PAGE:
Trust Solicitors

Trust Solicitors

Trusts can be a very effective way of protecting your assets, as well as allowing you to make sure your loved ones’ needs would be met if you were no longer around. Trust law can be complicated, however, so whether you are setting up a trust or acting as a trustee, it is essential to take specialist legal advice.

Our highly experienced trust solicitors will listen to your requirements and any specific concerns, then advise you on the best type of trust for your goals. We can then guide you through every stage of setting up and managing your trust, including where you need to create the trust immediately or need to include provision for a trust in your Will.

We also regularly advise trustees on the management of trusts as well as acting as professional trustees where you would prefer to have the reassurance of having a legally trained expert being in charge of the trust.

With a broad range of skills and expertise across our team, we support a wide variety of clients with their trusts, including those holding high value and complex assets in excess of £1 million.

Whatever your requirements, we can provide clear guidance and tailored service you need to effectively deal all with everything involved in setting up and managing a trust.

Book a consultation with our trust solicitors in London & the South East

To discuss your requirements and arrange an appointment with our trust solicitors, you can contact our local offices in Uxbridge, Beaconsfield and Reading or use our short contact form and we will respond swiftly.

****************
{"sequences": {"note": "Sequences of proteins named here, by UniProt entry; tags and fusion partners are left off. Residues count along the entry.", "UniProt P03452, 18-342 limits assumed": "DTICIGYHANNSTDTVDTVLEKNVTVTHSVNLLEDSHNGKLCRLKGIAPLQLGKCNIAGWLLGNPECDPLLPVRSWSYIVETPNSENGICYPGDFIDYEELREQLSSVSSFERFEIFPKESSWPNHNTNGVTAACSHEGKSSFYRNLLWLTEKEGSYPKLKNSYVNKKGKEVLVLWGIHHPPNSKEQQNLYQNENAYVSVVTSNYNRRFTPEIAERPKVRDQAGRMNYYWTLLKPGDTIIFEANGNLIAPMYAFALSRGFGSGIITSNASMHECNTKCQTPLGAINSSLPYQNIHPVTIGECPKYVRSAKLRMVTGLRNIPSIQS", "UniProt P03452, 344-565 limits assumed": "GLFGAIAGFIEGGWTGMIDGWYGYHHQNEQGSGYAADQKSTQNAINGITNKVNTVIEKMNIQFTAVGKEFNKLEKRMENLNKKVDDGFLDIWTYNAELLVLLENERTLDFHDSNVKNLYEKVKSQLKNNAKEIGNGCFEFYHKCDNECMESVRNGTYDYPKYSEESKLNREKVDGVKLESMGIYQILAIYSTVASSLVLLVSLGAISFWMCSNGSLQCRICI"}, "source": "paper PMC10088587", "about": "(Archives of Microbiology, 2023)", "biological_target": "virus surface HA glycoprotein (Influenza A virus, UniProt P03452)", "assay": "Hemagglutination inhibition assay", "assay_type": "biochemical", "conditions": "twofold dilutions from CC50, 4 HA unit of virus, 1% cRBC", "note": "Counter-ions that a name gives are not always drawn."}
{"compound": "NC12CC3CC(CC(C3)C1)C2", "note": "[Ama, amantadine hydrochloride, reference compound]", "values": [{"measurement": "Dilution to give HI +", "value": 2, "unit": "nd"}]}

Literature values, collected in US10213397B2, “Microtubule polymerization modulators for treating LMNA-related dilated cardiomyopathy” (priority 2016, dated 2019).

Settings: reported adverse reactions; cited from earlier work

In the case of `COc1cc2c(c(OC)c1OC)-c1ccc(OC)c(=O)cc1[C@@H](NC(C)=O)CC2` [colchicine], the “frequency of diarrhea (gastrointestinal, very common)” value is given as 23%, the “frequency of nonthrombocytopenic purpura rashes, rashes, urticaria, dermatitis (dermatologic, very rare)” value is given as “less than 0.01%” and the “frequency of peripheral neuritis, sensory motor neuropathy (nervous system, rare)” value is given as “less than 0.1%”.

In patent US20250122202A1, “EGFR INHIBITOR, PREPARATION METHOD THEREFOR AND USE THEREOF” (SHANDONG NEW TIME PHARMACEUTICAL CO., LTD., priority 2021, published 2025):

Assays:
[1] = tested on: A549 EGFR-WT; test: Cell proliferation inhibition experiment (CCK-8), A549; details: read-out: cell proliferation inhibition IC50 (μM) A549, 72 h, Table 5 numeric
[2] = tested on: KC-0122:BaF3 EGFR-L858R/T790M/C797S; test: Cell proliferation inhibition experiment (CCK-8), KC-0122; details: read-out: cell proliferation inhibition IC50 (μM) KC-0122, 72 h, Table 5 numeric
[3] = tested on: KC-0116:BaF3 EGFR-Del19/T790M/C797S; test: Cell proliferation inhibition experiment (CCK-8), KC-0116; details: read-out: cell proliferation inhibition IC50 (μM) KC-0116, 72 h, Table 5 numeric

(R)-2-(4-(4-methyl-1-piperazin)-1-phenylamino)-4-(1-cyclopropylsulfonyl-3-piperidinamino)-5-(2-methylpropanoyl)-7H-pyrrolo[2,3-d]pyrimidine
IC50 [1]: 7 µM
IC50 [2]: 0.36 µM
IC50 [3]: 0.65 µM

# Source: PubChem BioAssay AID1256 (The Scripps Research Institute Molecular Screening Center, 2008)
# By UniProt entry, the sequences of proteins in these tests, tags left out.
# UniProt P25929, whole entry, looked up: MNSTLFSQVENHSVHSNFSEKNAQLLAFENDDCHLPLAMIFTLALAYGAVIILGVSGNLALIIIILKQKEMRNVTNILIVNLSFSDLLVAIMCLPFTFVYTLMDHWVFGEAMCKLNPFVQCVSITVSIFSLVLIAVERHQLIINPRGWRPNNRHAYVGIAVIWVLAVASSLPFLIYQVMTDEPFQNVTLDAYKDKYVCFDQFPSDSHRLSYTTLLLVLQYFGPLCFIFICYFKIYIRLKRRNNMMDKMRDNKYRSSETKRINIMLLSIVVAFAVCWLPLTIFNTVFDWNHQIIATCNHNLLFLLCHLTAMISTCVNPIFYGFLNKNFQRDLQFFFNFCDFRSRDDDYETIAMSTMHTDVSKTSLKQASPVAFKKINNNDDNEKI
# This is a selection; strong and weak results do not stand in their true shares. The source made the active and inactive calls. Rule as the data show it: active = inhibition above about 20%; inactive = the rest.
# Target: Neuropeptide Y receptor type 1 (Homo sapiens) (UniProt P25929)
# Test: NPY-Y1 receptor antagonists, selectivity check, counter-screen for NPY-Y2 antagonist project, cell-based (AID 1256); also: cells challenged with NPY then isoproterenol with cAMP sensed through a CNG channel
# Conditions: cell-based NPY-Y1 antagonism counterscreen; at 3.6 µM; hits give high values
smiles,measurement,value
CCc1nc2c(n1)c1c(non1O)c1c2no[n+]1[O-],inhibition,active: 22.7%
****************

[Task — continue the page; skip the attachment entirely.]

Why IBB Solicitors are the right choice for trust advice

The Wills, Trusts and Probate team is headed by Partner Jacqueline Almond who is highly experienced in advising clients from a range of backgrounds, including High Net Worth Individuals with complex assets.

We are members of the Law Society’s Wills & Inheritance Quality Scheme, recognising the strength of our practice in this challenging area of law.

Our team includes members of the Law Society’s Private Client Section, The Society of Trusts and Estate Practitioners and Solicitors for the Elderly, reflecting the strength of our legal expertise and commitment to providing the very best service to our clients

How we can help you with trusts and lifetime planning

We can assist you with setting up a trust, either during your lifetime or as a provision of your Will. Our team will talk through what you need to achieve and make sure the trust deed reflects this, ensuring that all of the right details are taken care of, minimising the potential for future problems and disputes. We can also advise you on who to name as trustees, so you can be confident the trust will be managed effectively.

If you are a trustee, we can advise you on carrying out your duties and dealing with any problems. By giving you clear, practical guidance, we can help you to discharge your role effectively and save the interests of the beneficiary.

Members of our Wills, Trusts & Probate team regularly act as professional trustees for a wide range of clients. We can take the lead on managing a trust if you would prefer to have qualified legal experts handle this demanding role or we can act in a supporting capacity, providing the benefits of our expertise and training to other trustees.

Where there is a dispute over the terms of a trust deed or the way a trust is being managed, our litigation team can advise and represent you. In most cases, we are able to resolve these types of disputes amicably through negotiation, mediation and other alternative dispute resolution methods.

Types of trusts

There are several broad categories trusts tend to fall into: